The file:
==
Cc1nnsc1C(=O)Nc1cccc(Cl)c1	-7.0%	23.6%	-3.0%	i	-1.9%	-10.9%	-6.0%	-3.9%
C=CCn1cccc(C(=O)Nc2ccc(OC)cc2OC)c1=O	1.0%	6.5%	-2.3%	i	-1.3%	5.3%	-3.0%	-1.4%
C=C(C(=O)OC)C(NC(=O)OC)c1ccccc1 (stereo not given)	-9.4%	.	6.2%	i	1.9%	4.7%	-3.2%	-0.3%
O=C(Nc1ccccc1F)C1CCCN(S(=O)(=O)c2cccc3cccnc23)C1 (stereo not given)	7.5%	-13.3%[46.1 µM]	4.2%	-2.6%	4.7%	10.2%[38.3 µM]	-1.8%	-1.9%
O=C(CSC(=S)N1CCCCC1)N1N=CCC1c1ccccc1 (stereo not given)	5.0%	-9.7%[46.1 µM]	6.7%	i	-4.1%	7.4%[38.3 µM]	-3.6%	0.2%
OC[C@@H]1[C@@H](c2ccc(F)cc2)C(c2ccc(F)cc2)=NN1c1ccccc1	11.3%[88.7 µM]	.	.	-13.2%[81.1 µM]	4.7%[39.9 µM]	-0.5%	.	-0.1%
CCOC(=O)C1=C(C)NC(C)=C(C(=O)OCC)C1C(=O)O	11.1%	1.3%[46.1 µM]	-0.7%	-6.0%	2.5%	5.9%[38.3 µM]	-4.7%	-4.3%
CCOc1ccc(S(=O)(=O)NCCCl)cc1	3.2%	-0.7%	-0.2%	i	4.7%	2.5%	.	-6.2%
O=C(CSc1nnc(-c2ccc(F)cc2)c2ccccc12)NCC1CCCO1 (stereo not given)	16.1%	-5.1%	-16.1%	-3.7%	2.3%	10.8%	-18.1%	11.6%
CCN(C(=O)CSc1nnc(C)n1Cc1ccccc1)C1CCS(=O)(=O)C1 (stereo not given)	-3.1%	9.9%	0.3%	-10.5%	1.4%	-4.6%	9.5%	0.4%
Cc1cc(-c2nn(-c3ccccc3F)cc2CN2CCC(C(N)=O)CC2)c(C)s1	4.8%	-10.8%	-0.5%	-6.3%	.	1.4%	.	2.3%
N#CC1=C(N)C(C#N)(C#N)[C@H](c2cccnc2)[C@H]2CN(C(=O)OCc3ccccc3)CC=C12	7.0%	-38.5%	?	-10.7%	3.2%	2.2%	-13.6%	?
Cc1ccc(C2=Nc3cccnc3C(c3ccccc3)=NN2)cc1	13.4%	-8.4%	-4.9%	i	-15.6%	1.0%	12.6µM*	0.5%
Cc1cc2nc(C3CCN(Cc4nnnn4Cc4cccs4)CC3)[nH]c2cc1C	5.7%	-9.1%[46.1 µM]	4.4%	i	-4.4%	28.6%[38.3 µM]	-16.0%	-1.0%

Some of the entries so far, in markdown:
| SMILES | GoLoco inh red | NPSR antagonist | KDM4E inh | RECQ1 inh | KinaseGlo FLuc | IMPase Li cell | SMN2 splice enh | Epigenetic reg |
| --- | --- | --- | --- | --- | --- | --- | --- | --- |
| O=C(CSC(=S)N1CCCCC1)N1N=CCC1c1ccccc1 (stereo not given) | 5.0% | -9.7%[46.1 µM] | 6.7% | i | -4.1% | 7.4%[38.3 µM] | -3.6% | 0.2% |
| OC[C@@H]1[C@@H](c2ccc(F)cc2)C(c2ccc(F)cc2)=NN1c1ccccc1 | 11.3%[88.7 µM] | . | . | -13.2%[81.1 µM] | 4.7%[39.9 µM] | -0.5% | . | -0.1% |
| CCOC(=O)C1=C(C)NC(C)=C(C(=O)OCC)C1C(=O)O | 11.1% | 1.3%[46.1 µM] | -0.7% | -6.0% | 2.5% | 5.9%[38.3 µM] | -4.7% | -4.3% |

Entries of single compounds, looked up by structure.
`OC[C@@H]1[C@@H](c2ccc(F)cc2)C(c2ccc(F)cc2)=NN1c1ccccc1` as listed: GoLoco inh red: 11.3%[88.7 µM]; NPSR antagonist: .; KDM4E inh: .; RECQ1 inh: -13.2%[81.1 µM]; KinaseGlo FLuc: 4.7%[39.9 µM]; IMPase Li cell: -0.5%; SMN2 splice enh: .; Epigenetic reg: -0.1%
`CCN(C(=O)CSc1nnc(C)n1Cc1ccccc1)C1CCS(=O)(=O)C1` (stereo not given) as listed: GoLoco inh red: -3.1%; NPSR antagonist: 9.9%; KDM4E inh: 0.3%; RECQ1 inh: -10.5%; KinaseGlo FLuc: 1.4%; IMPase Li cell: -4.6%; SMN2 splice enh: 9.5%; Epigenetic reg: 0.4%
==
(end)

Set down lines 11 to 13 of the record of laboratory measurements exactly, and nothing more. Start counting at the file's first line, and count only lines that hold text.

Cc1cc(-c2nn(-c3ccccc3F)cc2CN2CCC(C(N)=O)CC2)c(C)s1	4.8%	-10.8%	-0.5%	-6.3%	.	1.4%	.	2.3%
N#CC1=C(N)C(C#N)(C#N)[C@H](c2cccnc2)[C@H]2CN(C(=O)OCc3ccccc3)CC=C12	7.0%	-38.5%	?	-10.7%	3.2%	2.2%	-13.6%	?
Cc1ccc(C2=Nc3cccnc3C(c3ccccc3)=NN2)cc1	13.4%	-8.4%	-4.9%	i	-15.6%	1.0%	12.6µM*	0.5%